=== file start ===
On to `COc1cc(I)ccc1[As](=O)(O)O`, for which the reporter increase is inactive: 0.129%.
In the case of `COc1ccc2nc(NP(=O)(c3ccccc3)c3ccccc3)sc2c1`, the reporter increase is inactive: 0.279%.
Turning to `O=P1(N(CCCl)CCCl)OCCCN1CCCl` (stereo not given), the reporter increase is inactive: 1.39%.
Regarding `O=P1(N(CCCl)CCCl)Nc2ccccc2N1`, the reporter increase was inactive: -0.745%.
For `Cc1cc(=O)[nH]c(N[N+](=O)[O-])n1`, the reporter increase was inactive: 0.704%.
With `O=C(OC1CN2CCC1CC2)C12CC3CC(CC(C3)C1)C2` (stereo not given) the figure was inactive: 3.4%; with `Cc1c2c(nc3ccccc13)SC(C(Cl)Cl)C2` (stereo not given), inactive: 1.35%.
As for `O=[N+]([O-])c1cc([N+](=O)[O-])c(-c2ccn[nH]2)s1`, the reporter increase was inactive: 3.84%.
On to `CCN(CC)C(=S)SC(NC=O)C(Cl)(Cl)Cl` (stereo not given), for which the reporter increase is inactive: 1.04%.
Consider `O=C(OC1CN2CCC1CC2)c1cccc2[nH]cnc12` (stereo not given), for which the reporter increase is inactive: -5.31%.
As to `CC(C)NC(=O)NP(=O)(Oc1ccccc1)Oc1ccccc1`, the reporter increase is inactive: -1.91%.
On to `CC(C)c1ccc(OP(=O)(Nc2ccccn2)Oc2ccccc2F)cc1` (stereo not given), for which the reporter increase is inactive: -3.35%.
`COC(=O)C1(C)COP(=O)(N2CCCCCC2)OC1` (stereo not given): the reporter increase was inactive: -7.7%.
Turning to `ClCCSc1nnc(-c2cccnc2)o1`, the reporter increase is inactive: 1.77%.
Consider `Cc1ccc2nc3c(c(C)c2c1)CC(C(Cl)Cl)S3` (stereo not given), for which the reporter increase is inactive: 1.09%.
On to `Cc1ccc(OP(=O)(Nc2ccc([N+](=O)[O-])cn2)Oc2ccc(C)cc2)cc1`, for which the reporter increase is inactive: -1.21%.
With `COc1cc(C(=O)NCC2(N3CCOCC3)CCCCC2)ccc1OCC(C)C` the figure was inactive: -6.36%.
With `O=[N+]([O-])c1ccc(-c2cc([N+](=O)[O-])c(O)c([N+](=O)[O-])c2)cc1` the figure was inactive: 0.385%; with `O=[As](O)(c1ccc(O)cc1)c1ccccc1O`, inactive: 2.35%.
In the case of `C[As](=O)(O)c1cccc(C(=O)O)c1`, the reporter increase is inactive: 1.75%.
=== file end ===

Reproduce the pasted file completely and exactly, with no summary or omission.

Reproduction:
On to `COc1cc(I)ccc1[As](=O)(O)O`, for which the reporter increase is inactive: 0.129%.
In the case of `COc1ccc2nc(NP(=O)(c3ccccc3)c3ccccc3)sc2c1`, the reporter increase is inactive: 0.279%.
Turning to `O=P1(N(CCCl)CCCl)OCCCN1CCCl` (stereo not given), the reporter increase is inactive: 1.39%.
Regarding `O=P1(N(CCCl)CCCl)Nc2ccccc2N1`, the reporter increase was inactive: -0.745%.
For `Cc1cc(=O)[nH]c(N[N+](=O)[O-])n1`, the reporter increase was inactive: 0.704%.
With `O=C(OC1CN2CCC1CC2)C12CC3CC(CC(C3)C1)C2` (stereo not given) the figure was inactive: 3.4%; with `Cc1c2c(nc3ccccc13)SC(C(Cl)Cl)C2` (stereo not given), inactive: 1.35%.
As for `O=[N+]([O-])c1cc([N+](=O)[O-])c(-c2ccn[nH]2)s1`, the reporter increase was inactive: 3.84%.
On to `CCN(CC)C(=S)SC(NC=O)C(Cl)(Cl)Cl` (stereo not given), for which the reporter increase is inactive: 1.04%.
Consider `O=C(OC1CN2CCC1CC2)c1cccc2[nH]cnc12` (stereo not given), for which the reporter increase is inactive: -5.31%.
As to `CC(C)NC(=O)NP(=O)(Oc1ccccc1)Oc1ccccc1`, the reporter increase is inactive: -1.91%.
On to `CC(C)c1ccc(OP(=O)(Nc2ccccn2)Oc2ccccc2F)cc1` (stereo not given), for which the reporter increase is inactive: -3.35%.
`COC(=O)C1(C)COP(=O)(N2CCCCCC2)OC1` (stereo not given): the reporter increase was inactive: -7.7%.
Turning to `ClCCSc1nnc(-c2cccnc2)o1`, the reporter increase is inactive: 1.77%.
Consider `Cc1ccc2nc3c(c(C)c2c1)CC(C(Cl)Cl)S3` (stereo not given), for which the reporter increase is inactive: 1.09%.
On to `Cc1ccc(OP(=O)(Nc2ccc([N+](=O)[O-])cn2)Oc2ccc(C)cc2)cc1`, for which the reporter increase is inactive: -1.21%.
With `COc1cc(C(=O)NCC2(N3CCOCC3)CCCCC2)ccc1OCC(C)C` the figure was inactive: -6.36%.
With `O=[N+]([O-])c1ccc(-c2cc([N+](=O)[O-])c(O)c([N+](=O)[O-])c2)cc1` the figure was inactive: 0.385%; with `O=[As](O)(c1ccc(O)cc1)c1ccccc1O`, inactive: 2.35%.
In the case of `C[As](=O)(O)c1cccc(C(=O)O)c1`, the reporter increase is inactive: 1.75%.